Digital Convergence – Libraries of the Future || Digital Services in Academic Libraries: the Internet is Setting Benchmarks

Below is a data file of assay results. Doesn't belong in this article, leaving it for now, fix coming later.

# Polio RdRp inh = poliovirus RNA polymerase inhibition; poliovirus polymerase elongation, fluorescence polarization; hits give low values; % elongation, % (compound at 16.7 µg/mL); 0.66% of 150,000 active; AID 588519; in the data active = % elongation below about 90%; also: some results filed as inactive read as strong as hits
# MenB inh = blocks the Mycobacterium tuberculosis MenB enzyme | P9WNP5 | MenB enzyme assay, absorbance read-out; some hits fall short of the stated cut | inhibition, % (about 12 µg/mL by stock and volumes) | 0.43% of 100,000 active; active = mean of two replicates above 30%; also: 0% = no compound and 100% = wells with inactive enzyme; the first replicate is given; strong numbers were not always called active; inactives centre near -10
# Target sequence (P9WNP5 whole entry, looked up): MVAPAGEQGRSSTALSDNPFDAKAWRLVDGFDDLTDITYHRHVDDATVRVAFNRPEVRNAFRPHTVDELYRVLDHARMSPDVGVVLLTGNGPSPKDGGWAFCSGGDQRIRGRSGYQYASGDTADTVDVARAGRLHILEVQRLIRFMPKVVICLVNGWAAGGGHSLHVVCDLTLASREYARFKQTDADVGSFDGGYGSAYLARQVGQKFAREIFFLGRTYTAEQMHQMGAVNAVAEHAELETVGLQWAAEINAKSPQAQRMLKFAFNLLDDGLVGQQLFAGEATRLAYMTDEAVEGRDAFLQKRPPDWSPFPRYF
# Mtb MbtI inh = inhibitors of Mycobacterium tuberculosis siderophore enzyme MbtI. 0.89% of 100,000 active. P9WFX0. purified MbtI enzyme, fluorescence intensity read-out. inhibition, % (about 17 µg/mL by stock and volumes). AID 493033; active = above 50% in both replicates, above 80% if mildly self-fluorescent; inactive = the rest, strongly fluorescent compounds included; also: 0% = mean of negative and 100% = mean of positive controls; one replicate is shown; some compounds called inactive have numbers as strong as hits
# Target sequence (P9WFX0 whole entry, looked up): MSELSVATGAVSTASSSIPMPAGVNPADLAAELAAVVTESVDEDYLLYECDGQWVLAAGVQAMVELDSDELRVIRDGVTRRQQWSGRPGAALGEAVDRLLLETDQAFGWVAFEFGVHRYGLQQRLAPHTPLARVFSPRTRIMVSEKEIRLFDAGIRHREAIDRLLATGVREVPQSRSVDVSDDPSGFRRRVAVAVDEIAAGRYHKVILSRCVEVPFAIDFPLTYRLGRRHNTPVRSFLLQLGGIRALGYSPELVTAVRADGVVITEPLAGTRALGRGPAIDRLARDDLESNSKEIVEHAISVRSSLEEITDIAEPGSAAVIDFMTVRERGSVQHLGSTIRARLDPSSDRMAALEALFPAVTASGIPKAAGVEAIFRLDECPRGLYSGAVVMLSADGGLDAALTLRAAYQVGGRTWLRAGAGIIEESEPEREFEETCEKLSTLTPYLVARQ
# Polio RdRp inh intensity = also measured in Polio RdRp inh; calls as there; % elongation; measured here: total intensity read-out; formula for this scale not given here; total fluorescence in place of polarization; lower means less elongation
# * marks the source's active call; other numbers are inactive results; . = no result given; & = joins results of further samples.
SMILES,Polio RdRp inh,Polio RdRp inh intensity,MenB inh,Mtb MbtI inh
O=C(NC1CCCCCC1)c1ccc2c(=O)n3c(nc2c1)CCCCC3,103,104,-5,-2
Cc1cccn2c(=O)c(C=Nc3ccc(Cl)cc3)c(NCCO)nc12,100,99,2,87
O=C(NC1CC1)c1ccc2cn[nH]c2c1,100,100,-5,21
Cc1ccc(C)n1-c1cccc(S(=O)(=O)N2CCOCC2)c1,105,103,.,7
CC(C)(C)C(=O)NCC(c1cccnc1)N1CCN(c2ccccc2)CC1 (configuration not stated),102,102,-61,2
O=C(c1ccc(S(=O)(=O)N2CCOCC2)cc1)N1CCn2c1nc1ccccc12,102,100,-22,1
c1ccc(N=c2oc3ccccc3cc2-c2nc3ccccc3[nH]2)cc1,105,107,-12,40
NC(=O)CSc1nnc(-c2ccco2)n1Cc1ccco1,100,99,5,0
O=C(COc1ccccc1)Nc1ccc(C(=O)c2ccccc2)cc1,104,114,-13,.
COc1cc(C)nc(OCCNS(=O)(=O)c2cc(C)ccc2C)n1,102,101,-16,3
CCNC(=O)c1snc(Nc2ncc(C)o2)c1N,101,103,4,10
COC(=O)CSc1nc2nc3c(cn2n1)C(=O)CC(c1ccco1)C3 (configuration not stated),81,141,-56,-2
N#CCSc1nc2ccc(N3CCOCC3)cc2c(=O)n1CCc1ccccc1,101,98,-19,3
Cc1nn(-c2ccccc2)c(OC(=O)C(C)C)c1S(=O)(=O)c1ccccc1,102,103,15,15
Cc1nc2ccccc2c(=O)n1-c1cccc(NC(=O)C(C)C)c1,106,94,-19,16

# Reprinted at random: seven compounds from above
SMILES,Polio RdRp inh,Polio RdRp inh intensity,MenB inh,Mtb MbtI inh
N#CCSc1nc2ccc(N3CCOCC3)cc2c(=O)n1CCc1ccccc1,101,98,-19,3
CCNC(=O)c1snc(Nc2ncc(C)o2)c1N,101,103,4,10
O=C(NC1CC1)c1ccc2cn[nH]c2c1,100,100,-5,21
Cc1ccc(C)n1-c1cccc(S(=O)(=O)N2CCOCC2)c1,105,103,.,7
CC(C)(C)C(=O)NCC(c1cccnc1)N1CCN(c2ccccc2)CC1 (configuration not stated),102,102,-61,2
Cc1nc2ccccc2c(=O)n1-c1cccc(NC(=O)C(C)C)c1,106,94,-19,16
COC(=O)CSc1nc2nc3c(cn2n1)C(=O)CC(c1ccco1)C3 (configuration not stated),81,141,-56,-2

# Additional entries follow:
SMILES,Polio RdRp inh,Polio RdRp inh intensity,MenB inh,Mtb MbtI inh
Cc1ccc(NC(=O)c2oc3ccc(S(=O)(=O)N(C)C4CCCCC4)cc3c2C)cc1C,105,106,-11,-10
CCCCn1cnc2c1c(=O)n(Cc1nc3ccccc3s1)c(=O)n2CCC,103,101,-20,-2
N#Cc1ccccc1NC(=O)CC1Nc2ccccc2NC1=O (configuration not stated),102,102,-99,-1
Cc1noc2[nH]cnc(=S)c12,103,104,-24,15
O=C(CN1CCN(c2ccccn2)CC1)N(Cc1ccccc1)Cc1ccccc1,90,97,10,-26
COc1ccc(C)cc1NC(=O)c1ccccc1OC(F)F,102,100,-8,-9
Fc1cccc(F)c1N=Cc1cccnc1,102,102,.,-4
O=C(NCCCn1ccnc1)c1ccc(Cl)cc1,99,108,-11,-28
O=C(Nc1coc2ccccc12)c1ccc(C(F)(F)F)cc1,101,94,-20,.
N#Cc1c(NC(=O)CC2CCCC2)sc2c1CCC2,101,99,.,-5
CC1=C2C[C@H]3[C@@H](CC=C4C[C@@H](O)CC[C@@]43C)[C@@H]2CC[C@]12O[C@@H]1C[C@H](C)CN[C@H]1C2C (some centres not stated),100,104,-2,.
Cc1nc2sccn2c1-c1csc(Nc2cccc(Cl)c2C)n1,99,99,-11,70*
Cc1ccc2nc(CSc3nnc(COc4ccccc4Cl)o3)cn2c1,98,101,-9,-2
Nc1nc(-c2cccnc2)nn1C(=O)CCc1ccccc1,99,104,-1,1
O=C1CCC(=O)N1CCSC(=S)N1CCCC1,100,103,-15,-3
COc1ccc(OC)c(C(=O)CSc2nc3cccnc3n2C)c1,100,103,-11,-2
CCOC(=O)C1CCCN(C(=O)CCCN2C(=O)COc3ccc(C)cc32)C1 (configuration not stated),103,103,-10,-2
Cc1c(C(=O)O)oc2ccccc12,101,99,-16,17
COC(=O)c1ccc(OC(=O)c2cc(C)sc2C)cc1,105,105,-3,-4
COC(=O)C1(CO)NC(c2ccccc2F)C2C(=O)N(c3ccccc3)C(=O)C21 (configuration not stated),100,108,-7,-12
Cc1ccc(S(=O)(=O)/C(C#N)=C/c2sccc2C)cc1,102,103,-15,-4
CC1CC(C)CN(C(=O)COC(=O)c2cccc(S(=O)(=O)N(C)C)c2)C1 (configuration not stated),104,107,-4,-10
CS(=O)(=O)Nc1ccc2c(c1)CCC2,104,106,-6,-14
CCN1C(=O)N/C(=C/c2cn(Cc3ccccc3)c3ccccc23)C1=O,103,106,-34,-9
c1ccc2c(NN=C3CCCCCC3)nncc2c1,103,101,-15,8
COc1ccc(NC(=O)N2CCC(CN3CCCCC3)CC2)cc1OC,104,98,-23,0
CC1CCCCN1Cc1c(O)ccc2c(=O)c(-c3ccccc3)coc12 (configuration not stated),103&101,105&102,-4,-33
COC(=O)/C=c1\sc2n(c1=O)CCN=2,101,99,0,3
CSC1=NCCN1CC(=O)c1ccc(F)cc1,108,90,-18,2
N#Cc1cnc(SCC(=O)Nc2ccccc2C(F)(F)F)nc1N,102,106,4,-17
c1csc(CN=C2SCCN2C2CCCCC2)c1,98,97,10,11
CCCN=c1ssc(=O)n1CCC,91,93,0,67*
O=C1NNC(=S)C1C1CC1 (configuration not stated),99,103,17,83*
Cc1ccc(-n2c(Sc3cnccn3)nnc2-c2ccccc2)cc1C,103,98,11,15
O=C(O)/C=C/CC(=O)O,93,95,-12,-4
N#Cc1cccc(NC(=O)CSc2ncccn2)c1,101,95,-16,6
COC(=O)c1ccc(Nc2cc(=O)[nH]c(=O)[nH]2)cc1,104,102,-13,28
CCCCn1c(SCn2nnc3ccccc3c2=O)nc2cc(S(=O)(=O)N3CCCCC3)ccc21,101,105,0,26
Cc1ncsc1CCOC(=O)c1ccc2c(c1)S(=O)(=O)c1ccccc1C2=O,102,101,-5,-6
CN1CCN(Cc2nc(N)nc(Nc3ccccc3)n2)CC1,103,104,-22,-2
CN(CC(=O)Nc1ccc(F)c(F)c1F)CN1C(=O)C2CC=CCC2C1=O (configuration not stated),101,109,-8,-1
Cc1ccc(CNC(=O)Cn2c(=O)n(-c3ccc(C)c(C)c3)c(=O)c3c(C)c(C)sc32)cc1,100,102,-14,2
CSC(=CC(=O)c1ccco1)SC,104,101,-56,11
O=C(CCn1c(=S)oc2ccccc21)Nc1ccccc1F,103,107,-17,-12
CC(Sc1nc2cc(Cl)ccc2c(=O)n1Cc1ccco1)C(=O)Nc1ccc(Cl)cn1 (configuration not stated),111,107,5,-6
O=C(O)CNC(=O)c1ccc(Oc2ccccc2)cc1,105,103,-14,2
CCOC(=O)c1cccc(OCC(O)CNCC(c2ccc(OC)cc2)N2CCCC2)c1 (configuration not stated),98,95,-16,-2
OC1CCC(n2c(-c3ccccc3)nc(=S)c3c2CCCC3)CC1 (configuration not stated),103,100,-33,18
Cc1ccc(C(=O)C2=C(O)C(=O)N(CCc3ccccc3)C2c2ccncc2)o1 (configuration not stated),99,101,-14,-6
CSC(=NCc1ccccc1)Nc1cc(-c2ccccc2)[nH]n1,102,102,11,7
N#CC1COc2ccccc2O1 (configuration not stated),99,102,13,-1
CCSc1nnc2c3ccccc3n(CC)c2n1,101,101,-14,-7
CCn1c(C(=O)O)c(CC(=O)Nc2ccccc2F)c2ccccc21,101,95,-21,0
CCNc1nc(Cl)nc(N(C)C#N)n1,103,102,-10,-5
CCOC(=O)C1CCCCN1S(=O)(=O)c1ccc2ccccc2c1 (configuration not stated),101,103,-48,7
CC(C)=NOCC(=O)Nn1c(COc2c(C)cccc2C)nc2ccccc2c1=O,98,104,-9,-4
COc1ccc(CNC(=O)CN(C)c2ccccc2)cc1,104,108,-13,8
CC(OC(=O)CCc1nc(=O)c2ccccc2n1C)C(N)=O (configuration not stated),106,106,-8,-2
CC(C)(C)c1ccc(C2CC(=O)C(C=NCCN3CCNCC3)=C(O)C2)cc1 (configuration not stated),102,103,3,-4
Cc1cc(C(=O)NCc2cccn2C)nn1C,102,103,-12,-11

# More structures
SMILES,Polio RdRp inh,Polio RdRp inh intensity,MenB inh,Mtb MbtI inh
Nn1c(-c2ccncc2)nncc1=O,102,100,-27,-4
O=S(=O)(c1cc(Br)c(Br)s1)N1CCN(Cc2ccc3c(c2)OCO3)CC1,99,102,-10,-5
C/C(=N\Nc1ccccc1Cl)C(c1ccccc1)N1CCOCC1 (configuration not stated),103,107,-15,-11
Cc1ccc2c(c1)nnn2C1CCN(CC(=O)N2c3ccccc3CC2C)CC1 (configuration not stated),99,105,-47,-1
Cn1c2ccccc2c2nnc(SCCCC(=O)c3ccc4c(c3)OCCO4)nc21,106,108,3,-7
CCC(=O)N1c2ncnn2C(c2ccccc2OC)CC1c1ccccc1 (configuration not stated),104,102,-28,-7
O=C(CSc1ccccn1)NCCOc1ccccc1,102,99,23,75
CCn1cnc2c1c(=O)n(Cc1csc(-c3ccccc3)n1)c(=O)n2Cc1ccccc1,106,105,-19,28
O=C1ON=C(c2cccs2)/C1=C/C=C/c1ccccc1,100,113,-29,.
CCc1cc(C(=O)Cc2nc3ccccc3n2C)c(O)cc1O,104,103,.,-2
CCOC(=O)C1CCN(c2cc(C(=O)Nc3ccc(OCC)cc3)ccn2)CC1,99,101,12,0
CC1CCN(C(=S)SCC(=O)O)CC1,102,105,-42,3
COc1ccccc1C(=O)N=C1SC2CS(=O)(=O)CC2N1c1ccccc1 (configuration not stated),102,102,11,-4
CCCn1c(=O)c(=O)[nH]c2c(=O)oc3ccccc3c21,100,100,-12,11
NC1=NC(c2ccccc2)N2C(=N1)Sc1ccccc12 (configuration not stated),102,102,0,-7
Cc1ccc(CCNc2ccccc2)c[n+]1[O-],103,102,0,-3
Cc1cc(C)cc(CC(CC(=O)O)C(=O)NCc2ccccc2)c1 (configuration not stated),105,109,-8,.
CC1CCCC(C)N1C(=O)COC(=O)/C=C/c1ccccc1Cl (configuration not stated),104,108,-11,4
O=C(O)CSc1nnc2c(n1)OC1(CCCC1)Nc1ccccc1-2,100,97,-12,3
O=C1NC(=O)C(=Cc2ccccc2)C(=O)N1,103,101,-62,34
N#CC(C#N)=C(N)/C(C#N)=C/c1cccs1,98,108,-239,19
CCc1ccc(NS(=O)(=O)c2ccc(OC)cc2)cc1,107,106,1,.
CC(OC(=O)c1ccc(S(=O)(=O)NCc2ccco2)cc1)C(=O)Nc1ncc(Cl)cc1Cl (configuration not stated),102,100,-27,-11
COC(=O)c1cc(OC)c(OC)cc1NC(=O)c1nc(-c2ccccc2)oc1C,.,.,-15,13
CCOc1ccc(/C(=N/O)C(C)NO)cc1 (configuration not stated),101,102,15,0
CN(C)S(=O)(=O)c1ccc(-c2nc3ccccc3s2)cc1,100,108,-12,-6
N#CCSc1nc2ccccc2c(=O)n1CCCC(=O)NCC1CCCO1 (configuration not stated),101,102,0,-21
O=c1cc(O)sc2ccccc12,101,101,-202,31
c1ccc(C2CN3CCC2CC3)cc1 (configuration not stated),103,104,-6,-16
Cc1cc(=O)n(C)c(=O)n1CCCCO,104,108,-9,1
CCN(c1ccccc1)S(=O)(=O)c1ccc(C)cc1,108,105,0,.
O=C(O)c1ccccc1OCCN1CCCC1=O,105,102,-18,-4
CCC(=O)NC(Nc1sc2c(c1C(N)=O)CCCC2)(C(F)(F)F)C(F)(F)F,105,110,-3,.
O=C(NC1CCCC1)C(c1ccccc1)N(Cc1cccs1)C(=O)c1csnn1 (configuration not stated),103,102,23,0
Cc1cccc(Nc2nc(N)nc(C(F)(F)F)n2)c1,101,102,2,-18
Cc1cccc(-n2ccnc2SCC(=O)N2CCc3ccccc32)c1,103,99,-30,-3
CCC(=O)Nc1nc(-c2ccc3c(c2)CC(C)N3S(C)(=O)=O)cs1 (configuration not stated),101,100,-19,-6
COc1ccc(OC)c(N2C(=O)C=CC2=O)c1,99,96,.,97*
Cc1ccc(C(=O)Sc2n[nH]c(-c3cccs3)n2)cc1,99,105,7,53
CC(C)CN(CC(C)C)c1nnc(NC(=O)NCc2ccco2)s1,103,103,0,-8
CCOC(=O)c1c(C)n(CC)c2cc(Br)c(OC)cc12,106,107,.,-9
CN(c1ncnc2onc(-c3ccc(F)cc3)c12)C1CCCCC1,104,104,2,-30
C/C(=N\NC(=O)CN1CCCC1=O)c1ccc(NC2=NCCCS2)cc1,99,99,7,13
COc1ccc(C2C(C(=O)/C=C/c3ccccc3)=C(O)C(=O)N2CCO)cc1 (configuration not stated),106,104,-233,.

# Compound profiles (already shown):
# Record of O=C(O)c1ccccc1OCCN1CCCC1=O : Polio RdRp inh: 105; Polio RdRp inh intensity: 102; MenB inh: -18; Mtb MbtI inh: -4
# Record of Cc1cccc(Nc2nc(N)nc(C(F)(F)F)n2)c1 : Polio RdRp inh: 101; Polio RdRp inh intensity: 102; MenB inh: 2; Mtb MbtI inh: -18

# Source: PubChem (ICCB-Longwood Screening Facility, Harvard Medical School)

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<ul><li><p>2Digital Services in AcademicLibraries: the Internet isSetting Benchmarks1</p><p>Norbert Lossau</p><p>2.1 Introduction</p><p>Academic libraries have taken on various roles over the course of their history.They are long-term guardians of knowledge, competent brokers of informationand reliable guarantors of quality. In the future, a further role will gain centralimportance: the role of service provider2. The volume of holdings or the excel-lence of a collection will no longer constitute the strategic critical successfactors. The academic library of 2007 will put the user (or customer) much moreat the centre. This will no longer be implicit, in the sense of well-meaning provi-sion by the library information professional: in the future, customer orienta-tion will mean that all library activities will be measured by whether or not theyrepresent a worthwhile service for the end-user. Success is defined by useracceptance.</p><p>The Internet, in developing as an authoritative cross-sectoral platform for digi-tal services, has become a frame of reference for their design. Academic librar-ies can no longer ignore the general performance characteristics of Internetservices: intuitive usability even for non-experts, easily comprehensible func-tions, strong performance, quick changes from one service to another, perma-nent availability, as well as the guarantee of a successful outcome. Some much-loved library customs and traditions will have to be very carefully considered,</p><p>11</p><p>1 The article is the English translation of the German article: Digitale Dienstleistungen inwissenschaftlichen Bibliotheken: Das Internet setzt Mastbe. In: Zeitschrift Buch undBibliothek, BuB, Dossier zur Bibliothek 2007, 3, 57 (2005, 05, pp. 365376).</p><p>2 The demand for new service strategies has also internationally been prioritized (e.g. byAndrew K. Pace, The Ultimate Digital Library, Chicago, ALA, 2003).</p></li><li><p>from the users viewpoint, and measured against the service benchmark of theInternet, to see whether they are sustainable. Libraries can no longer learn onlyfrom other libraries. Success can also be achieved through the careful assess-ment and analysis of services from other business sectors, less in terms ofcontent than in terms of methodology and structure.</p><p>Learning from the Internet does not, however, mean that its recipes for successshould simply be copied. Libraries have their own traditional strengths, whichthey should creatively incorporate into new services. Examples of suchstrengths are the neutral evaluation of information sources, the categorizationand filtering of relevant content, the concern for cost-effective access for theuser, as well as the securing of long-term access to information.</p><p>Academic libraries consider themselves to be guarantors of a high-quality sup-ply of literature for the academic community. What does the provision of infor-mation services mean today? How do we define digital services in the age of theWorld Wide Web? The following article attempts to answer these questions andin so doing to help orientate libraries as they set an important new course forthe future.</p><p>2.2 Services and How they are Aimed at the User</p><p>Librarians in academic libraries are convinced that they are developing anddelivering their services in their users best interests. However, being useroriented has frequently meant librarians and professionals deciding for theresearcher or student which literature should be used and how. This philos-ophy, which is stamped with didacticism, can still be seen today in the so-calledStefi study which appeared in 2001. This suggested that the users should be theones to change, rather than the mind-set of librarians:</p><p>In principle, there is every reason for electronic academic information services tobe improved primarily in respect of intuitive navigation for users. It is importantto be careful, however, when considering any measures for improving the use ofelectronic academic information resources in higher education, that an impres-sion of insufficient clarity and lack of structure is not in fact an expression of alack of systematic know-how about how to use electronic academic informationresources. In any case, it is to be expected that as competence in the use of elec-tronic academic information resources increases, so the impression of lack ofstructure and clarity will lessen.3</p><p>For a long time there has been no systematic communication between librariesand users about the form services should take. Users have either made use of thelibrary services gratefully, come to terms with their deficiencies, or looked for</p><p>12 Norbert Lossau</p><p>3 Stefi-Studie: Nutzung elektronischer wissenschaftlicher Information in derHochschulausbildung. Commissioned by the Bundesministerium fr Bildung undForschung, Projekttrger Fachinformation. Produced by Rdiger Klatt et al. Dortmund,August 2001, p. 14. http://www.stefi.de/download/bericht2.pdf.</p></li><li><p>alternatives. These alternatives are increasingly being found outside libraries, ascan be seen by the increase in Internet search engine use. New evaluation studieson user behaviour, which in Germany have been carried out in particular by theULB Muenster, are taking account of these trends and are delivering abundantand informative findings4. In the international arena, attention should bedrawn to the LibQual analysis, developed by the American Association ofResearch Libraries (ARL)5. In addition to these studies, which evaluate existingservices with a view to improving them, market research techniques developedin industry are also being tested. This is to enable requirements and prefer-ences for new products to be incorporated during the planning stage6.</p><p>As well as these planning and evaluation tools, academic libraries have anothergreat treasure, which they have so far failed to exploit adequately: their directproximity to users. It is possible to establish contacts in libraries in many ways,including through local subject libraries, subject specialists and informationand enquiry services.</p><p>The information discovered in this way is currently being used to improve ser-vices in discrete areas in the short-term. It is astounding that these findingsoften do not make their way into the general strategic plan of the library.</p><p>The first step in making sure services are directed at the user is to observe andplan these services from the users perspective. For this to work successfully,librarians must first be able to think themselves into the users method of work-ing. Only then will they be able to specify requirements in a meaningful way. Ide-ally, the users themselves should be brought into these development processes.</p><p>2.3 Users in Research, Teaching and Study</p><p>Now, more than ever before, libraries should be observing their users workingpractices carefully, before drawing conclusions about which services are</p><p>Digital Services in Academic Libraries: the Internet is Setting Benchmarks 13</p><p>4 Nutzungsanalyse des Systems der berregionalen Literatur- und Informations-versorgung: Part I: Informationsverhalten und Informationsbedarf der Wissenschaft.Study commissioned by the Deutsche Forschungsgemeinschaft, DFG, carried out by theULB Mnster in collaboration with infas, edited by Roswitha Poll et al., June 2003.http://www.dfg.de/forschungsfoerderung/wissenschaftliche_infrastruktur/lis/download/ssg_bericht_teil_1.pdf. The study contains a comprehensive, inter-national bibliography of usage analyses.</p><p>5 LibQual+TM, http://www.libqual.org/6 ProSeBiCA (Prospektive Steuerung der Serviceangebote von wissenschaftlichen</p><p>Bibliotheken mittels Conjoint-Analyse; Prospective Steerage of academic libraryservices through Conjoint-analysis) has been a joint project of the Marketing Faculty(Prof. Decker) and the University Library at Bielefeld University, collaborating with theTU Cottbus and the Sheridan Libraries at Johns Hopkins University, Baltimore, U.S.The underlying conjoint-methodology offers various product qualities and combina-tions as options and is asking for preferences and the willingness to cover costs forservices.</p></li><li><p>worthwhile, in addition to using direct contacts, planning tools and evaluationstudies.</p><p>Since working practices themselves are subject to a higher dynamic, throughthe influence of the computer on work and communication processes, this hasbecome all the more important. Only when libraries become more familiar withthe current working practices of the academic community and are prepared tokeep this knowledge up-to-date, can future and forward-looking library ser-vices be developed. Internet services, such as Google, eBay or music exchangemarkets, enjoy the success that they do because they have become expert atjudging customer behaviour exactly and tuning their services precisely to cer-tain core demands (for example to retrieve relevant information without spe-cialist training, or to get good value for money when shopping).</p><p>The way researchers, teachers and students approach academic informationvaries in its complexity. Each approach is stamped by the cultures of differentdisciplines and is then differentiated even more by individual preferences andcompetencies. In theory, therefore, there is an infinite variety of individualinformation management practices. In order to get a handle on this it is helpfulto look at some examples of main working cycles and paradigms:</p><p>2.3.1 The Formulation of Research Themes and Concepts</p><p>In this scenario, researchers gather information sources as comprehensively aspossible, with the aim of stimulating new ideas but also of confirming andchecking the findings they have to date. The spectrum of information sourcesincludes quality assured specialist literature, databases, enquiries via emaillists, email communication with faculty colleagues, research data and primarydata, results from Internet searches and so on.</p><p>Researchers complain about the high amount of time they spend on searchingand accessing information sources, as is shown by the ULB Muenster study7.Considering the much cited information overload, deficiencies in library searchservices are just as much to blame as licensing problems.</p><p>2.3.2 Structuring of Content and Exchange of Relevant Information inthe Project Context</p><p>While work is being done on a project or a certain theme, all the various infor-mation sources must be kept permanently in mind. This has always been truefor individuals, but increasingly it is also true within collaborative workinggroups, which could be in a single institution or spread over several institu-tions. The growing number of interdisciplinary research projects, researchnetworks, graduate training groups and virtual institutes are evidence of this.Biologists, chemists and information scientists, for example, are workingtogether on genetic research and are dividing up complex research themes</p><p>14 Norbert Lossau</p><p>7 Nutzungsanalyse..., loc. cit., pp. 88f.</p></li><li><p>among various institutions as separate packages of work. The project consistsof a continual exchange of acquired concepts, initial research results and partialfindings, allowing on-going work to progress in a complementary manner.</p><p>A central challenge for researchers is to present heterogeneous informationresources from different disciplines in a content-based structure, which can beunderstood by all partners. Modern methods of representing knowledge makeuse of so-called topic maps, for example, as well as ontologies. These structurescan be easily visualized, making it simpler for biologists to understand chemis-try information sources, and vice versa.</p><p>While libraries do provide content-based categorizing tools, these only exist inthe form of abstract classification systems and keyword schemas, which applyto particular works, not to concrete project concepts. In addition, they are onlyavailable through centralized bibliographic systems and services, and not in thedecentralized working environments of researchers, as independently usableand, if necessary, modifiable tools.</p><p>2.3.3 Publishing</p><p>The publication process is currently going through a time of great change. Newtypes of publication are emerging as a result of the introduction of additionalbusiness models (Open Access). For example, digital media (multimediaelements) is being integrated as part of the publication, and computerprogrammes and simulations are being included, as is digital research data (testseries, statistical data, genetic sequences and so on).</p><p>In addition, publications are no longer automatically perceived as the conclu-sion of a piece of research. Instead they are more often interpreted as a variantof academic communication8.</p><p>2.3.4 Summary</p><p>Methods of working with academic information are becoming differentiated toan extent which was not encountered in pre-Internet times. In the future therewill be a marked customization of working environments. Academic users willwant to make use of particular digital services in their own distinct combina-tions as and when they are needed in research or teaching groups. It will have tobe possible to install services directly on individual desktops, as well as incombination with other services. A well-known example of a stand-aloneservice like this is the Google search box (and Google Scholar), which is easy toinstall locally on every desktop.</p><p>Digital Services in Academic Libraries: the Internet is Setting Benchmarks 15</p><p>8 Van de Sompel, Herbert et al. (2004) Rethinking scholarly communication. D-LibMagazine, 10(9); http://www.dlib.org/dlib/september04/vandesompel/09van-desompel.html, doi:10.1045/september2004-vandesompel</p></li><li><p>2.4 Academic Users and General Internet Services</p><p>In library circles, discussions about the significance of the Internet are oftenconfined to the use of academic information resources. As far as informationprofessionals are concerned, there is soon a consensus that Internet services areof insufficient quality, and confirmation of this view is provided by relevantstudies. At the same time, libraries have to concede that researchers andstudents are increasingly using general Internet search engines for theiracademic research9.</p><p>Because of this focus on specialist Internet use, another equally relevant aspecthas receded into the background: the general performance features and charac-teristics of Internet services. With the Internet having developed to become theuncontested central platform for digital services, and moreover with commer-cial services available for the academic community via the Internet, it hasbecome high time for libraries to have a very close look at the basis for this suc-cess. Internet services have permanently changed the experiences and require-ments of all users, with library clientle clearly no exception. In order forlibraries to remain competitive, these requirements must be analysed andtranslated into library services.</p><p>2.4.1 General Experiences and Requirements of Users</p><p>The following performance features are expected of digital services:</p><p> easily comprehensible functions intuitive usability even for non-experts strong performance, meaning...</p></li></ul>